Reviewed by Danielle Nixon (Radiology Manager) and Lisa Serevena (Quality Lead Diagnostic Radiology)
Ultrasound is a non-invasive scan that uses sound waves to create live images from the inside of the body.
What is an ultrasound?
An ultrasound is a scan used to monitor and diagnose conditions in many parts of the body, without the use of radiation. An ultrasound scan uses high-frequency sound waves to produce live images of the inside of the body.
How will I know if I need an ultrasound?
If you require an ultrasound, your healthcare professional will refer you. An ultrasound is ideal for looking at anything not blocked by bone or buried deep within your body and is used within a wide range of specialities/examinations including:
- Breast ultrasound to investigate lumps or other abnormalities
- Doppler ultrasound to diagnose and find the source of varicose veins
- Gynaecological ultrasound to assess polyps, cysts, and fibroids
- Musculoskeletal (MSK) ultrasound to scan muscle, joints, tendons, and ligaments
- Prenatal ultrasound to check the health and development of the baby
- Ultrasound to look at major organs such as the heart, stomach, liver, and kidneys
How can I book an ultrasound?
To book an ultrasound, you will need a referral from a healthcare professional. If you have an outpatient consultation with a Nuffield Health consultant, they will refer you for a scan if clinically appropriate. You can also use a referral from your own GP or alternative healthcare professional, just email your referral to your chosen Nuffield Health hospital and a member of the team will call you back.
How should I prepare for an ultrasound?
For some scans, you may be asked not to eat before the procedure. If you are having your uterus or bladder scanned, you may be asked to attend the appointment with a full bladder. This allows better visualisation of the pelvic organs and there will be a toilet nearby so you can empty your bladder immediately after these scans. Please ensure that you thoroughly read any preparation instructions sent to you prior to your appointment.
What happens during an ultrasound?
During your scan, a probe is passed over the relevant area of your body. There are three main types of ultrasound scan:
- External – a clear, cool gel is spread on the area to be scanned the probe is moved back and forth over the area. You may be asked to take deep breaths or to move into different positions to get different images.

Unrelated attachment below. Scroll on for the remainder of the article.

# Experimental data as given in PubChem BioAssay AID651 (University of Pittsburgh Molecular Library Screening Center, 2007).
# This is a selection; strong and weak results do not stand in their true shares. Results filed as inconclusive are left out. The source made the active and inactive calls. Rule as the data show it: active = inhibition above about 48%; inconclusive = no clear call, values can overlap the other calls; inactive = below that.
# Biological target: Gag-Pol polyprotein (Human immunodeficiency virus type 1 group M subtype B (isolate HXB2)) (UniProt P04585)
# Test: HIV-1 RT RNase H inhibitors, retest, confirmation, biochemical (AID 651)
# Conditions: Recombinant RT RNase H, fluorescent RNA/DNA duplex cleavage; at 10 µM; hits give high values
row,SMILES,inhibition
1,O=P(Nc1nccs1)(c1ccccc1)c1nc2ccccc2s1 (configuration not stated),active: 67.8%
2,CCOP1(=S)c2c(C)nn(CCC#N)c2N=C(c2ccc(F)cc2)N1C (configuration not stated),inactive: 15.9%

- Internal – the probe is inserted into the body, such as with a transvaginal scan
- Endoscopic – a small probe is attached to the end of an endoscope, which is passed through the mouth, down the oesophagus and into the stomach.
The sound waves bounce off internal organs and are passed back through the probe to a computer. The computer turns these sound waves into highly detailed images in real time, shown on the monitor.
An ultrasound scan is painless, but depending on the type of ultrasound, there may be some slight discomfort. A consultant radiologist will perform the scan and a healthcare assistant will be in the room to support you and the consultant.
Are ultrasounds safe?
How long does an ultrasound take?
The procedure can take between 15 and 30 minutes. Everything will be explained to you before the examination begins.
How/when will I receive my results?
Your results will be verified by a Radiologist and sent to your referring healthcare professional within a week of your appointment. Times may vary for specialist examinations, so we recommend checking with the hospital team before you leave. Your referrer may recommend a follow-up appointment to discuss your results.
Ways to pay
Our prices are all-inclusive. We will equal any comparable price. There are no time limits on your aftercare.
Paying for yourself
There are no hidden costs in our treatment prices. The price you see is the price you pay.Find out more
Personal medical loan
Spread the cost of your treatment with a 6, 10 or 12 month 0% personal medical loan.Find out more
We work with you and your insurance provider to get you the treatment you need quicklyFind out more